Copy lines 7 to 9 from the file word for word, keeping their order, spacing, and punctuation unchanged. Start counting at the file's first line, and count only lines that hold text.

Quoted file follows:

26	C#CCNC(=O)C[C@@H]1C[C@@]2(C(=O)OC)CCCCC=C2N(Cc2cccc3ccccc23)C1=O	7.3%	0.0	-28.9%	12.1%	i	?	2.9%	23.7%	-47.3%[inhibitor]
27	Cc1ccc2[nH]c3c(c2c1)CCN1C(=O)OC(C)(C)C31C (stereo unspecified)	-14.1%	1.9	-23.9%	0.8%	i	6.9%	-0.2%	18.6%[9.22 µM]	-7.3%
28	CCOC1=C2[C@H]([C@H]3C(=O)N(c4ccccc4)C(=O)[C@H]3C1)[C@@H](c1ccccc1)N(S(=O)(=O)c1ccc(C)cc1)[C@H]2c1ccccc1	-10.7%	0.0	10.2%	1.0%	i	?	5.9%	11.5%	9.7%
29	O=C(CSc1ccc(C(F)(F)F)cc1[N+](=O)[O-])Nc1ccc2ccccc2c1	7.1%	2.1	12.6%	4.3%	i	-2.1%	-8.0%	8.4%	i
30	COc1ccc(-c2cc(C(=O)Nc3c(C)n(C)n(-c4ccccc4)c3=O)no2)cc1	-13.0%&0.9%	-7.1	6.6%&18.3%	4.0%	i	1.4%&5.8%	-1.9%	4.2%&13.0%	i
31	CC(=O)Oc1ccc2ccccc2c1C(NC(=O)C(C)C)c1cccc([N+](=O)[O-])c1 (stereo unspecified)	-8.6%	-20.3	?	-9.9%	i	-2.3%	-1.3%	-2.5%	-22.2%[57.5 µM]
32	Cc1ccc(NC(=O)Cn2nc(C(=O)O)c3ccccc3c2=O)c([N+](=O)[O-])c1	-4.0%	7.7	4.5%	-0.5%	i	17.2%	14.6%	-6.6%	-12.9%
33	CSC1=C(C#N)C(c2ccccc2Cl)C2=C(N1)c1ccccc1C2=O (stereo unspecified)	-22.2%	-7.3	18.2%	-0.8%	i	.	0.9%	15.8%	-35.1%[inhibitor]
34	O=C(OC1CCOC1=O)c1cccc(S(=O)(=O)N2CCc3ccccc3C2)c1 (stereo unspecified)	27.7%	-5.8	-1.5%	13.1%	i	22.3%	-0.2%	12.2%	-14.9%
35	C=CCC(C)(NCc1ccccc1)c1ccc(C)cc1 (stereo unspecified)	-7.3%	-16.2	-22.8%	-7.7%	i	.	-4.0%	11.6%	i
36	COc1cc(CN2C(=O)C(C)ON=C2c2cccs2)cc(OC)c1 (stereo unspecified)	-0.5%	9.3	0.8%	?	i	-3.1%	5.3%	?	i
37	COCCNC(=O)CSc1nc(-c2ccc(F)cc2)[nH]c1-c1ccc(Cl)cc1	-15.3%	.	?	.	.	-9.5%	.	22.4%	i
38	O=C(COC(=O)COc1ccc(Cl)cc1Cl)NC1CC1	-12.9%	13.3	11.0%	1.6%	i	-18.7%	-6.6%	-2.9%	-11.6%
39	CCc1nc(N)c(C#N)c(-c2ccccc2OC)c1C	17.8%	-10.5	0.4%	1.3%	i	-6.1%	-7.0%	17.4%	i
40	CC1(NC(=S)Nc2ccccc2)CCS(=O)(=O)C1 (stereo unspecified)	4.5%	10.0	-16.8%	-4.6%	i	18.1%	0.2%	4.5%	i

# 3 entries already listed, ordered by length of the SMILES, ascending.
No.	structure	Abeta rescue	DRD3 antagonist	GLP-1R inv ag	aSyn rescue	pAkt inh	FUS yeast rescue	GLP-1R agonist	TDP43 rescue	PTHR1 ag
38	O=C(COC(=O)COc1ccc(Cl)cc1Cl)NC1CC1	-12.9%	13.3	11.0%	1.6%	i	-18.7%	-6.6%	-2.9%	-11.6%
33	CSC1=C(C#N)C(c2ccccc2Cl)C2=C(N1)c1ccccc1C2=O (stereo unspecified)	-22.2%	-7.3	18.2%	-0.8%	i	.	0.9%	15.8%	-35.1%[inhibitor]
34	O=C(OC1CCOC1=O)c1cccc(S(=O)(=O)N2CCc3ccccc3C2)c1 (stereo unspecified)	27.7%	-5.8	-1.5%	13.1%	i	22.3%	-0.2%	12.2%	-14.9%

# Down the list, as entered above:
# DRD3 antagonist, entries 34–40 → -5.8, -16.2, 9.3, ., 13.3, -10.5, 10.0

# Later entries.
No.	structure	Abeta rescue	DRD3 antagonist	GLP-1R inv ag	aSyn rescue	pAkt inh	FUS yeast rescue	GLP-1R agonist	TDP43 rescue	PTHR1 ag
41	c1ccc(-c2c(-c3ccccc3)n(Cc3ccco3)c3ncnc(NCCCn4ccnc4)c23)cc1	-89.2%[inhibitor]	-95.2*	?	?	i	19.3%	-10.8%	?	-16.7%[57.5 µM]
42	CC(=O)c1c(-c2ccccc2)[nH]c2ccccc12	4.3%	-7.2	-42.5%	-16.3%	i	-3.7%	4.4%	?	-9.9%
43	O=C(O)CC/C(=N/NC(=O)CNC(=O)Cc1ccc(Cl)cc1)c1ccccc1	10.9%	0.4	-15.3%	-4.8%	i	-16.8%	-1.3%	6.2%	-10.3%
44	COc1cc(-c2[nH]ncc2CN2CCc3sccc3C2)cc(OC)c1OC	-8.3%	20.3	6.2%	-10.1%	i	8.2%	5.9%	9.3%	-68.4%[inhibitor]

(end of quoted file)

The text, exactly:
32	Cc1ccc(NC(=O)Cn2nc(C(=O)O)c3ccccc3c2=O)c([N+](=O)[O-])c1	-4.0%	7.7	4.5%	-0.5%	i	17.2%	14.6%	-6.6%	-12.9%
33	CSC1=C(C#N)C(c2ccccc2Cl)C2=C(N1)c1ccccc1C2=O (stereo unspecified)	-22.2%	-7.3	18.2%	-0.8%	i	.	0.9%	15.8%	-35.1%[inhibitor]
34	O=C(OC1CCOC1=O)c1cccc(S(=O)(=O)N2CCc3ccccc3C2)c1 (stereo unspecified)	27.7%	-5.8	-1.5%	13.1%	i	22.3%	-0.2%	12.2%	-14.9%